At UCL it is unlikely any of the buildings will have a roof surface classified as fragile, however roof lights that are potentially fragile may be found throughout the Estate. It is important these are identified and adequate controls are put in place to prevent contact with them (e.g. permanent edge protection around the light) and ensure they are clearly identifiable (warning signs/stickers). If any maintenance or cleaning activities must take place around these it is important to have suitable controls in place to prevent persons or equipment falling onto the roof lights.

Storage and falling objects

When working at height it is imperative to consider the storage of materials and equipment and the prevention of falling objects.

For the safe storage of materials and equipment they should be sited in such a way that they won’t cause injury if they are disturbed or collapse (e.g. away from the perimeter) and are protected from weather effects (e.g. secured weatherproof covers).

It is important to stop materials or objects from falling or if it is not reasonably practicable to prevent objects falling, take suitable and sufficient measures to ensure no one can be injured (e.g. use exclusion zones under the working area or use mesh or nets to catch any dropped objects).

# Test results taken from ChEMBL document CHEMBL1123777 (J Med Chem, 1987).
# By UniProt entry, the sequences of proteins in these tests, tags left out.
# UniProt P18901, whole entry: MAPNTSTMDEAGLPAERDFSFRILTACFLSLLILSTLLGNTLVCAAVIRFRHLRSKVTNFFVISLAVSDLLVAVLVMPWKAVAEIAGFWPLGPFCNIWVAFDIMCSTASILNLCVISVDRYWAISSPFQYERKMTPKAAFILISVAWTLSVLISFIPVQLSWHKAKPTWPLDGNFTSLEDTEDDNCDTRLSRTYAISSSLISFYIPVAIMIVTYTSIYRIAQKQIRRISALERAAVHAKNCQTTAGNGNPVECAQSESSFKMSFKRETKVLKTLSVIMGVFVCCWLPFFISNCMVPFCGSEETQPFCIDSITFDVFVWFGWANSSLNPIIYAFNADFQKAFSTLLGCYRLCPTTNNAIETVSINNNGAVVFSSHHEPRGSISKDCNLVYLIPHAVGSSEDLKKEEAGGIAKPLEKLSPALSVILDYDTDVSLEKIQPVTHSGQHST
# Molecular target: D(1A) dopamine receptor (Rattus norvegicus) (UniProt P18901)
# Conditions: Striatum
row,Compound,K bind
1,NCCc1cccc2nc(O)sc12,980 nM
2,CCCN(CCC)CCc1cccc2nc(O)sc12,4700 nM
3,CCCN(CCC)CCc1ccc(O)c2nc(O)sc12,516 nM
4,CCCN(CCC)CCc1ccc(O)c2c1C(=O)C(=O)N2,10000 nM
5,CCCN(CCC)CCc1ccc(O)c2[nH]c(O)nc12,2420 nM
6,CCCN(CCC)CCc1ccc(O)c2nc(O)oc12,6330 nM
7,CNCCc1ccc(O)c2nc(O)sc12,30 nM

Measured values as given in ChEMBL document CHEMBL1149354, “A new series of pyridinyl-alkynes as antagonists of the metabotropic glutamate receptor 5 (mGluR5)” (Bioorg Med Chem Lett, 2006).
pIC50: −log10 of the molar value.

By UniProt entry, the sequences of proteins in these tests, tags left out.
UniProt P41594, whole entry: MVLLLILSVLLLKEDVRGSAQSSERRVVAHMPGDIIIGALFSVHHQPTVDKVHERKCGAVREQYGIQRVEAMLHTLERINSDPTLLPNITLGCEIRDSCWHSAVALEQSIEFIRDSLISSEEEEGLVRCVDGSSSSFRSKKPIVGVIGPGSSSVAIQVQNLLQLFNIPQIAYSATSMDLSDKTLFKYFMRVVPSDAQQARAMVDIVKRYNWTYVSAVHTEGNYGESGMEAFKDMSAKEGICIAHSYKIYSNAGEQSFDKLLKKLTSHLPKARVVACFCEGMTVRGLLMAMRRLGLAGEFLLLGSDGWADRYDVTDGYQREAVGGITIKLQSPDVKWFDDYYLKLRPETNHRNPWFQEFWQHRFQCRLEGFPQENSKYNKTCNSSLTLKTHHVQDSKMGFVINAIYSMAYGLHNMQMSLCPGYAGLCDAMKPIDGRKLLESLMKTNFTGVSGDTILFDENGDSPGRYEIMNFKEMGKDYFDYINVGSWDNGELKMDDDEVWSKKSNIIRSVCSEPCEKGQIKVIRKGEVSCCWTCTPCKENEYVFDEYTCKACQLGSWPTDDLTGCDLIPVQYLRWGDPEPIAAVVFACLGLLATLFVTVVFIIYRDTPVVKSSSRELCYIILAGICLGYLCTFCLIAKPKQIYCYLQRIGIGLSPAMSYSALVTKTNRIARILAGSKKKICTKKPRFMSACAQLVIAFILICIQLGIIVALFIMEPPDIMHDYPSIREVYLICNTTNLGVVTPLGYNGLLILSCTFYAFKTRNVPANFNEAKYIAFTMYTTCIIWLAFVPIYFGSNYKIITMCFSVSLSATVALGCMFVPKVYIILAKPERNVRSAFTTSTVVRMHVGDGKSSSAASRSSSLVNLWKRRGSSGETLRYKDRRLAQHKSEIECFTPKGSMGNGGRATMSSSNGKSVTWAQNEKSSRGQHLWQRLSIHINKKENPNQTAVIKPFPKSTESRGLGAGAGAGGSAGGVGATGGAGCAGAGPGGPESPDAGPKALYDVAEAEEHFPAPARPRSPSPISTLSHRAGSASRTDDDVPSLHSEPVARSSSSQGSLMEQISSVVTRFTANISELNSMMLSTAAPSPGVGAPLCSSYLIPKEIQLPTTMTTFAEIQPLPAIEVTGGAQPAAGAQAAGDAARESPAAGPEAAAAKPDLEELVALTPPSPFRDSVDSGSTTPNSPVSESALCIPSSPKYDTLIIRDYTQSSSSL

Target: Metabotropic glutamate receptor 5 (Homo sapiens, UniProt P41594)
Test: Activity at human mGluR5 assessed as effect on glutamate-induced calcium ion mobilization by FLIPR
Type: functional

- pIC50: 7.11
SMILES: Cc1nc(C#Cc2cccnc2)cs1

Emergency and rescue plans

Suitable and sufficient rescue plans will be required depending on the type of work at height activity. These plans must be in place before the work at height activity commences and must be approved by a competent person.

Considerations for a rescue plan:

  • Identify the type of work that would require a rescue plan (e.g. using a fall arrest system or a worker who is unreachable for a period of time should they suffer harm or ill health).
  • They must not put others at risk attempting rescue.
  • They should avoid manual handling wherever possible.
  • They should be swift, especially if someone is suspended in a harness, then it should not exceed 15 minutes to avoid suspension trauma.
  • They should specify first-aid arrangements as there is a danger of causing increased harm should a harness user not be treated properly in the event of a fall.
  • They should determine whether drills are required for testing the effectiveness of the rescue plan and to act as training for the workers.

Last updated: Tuesday, June 23, 2020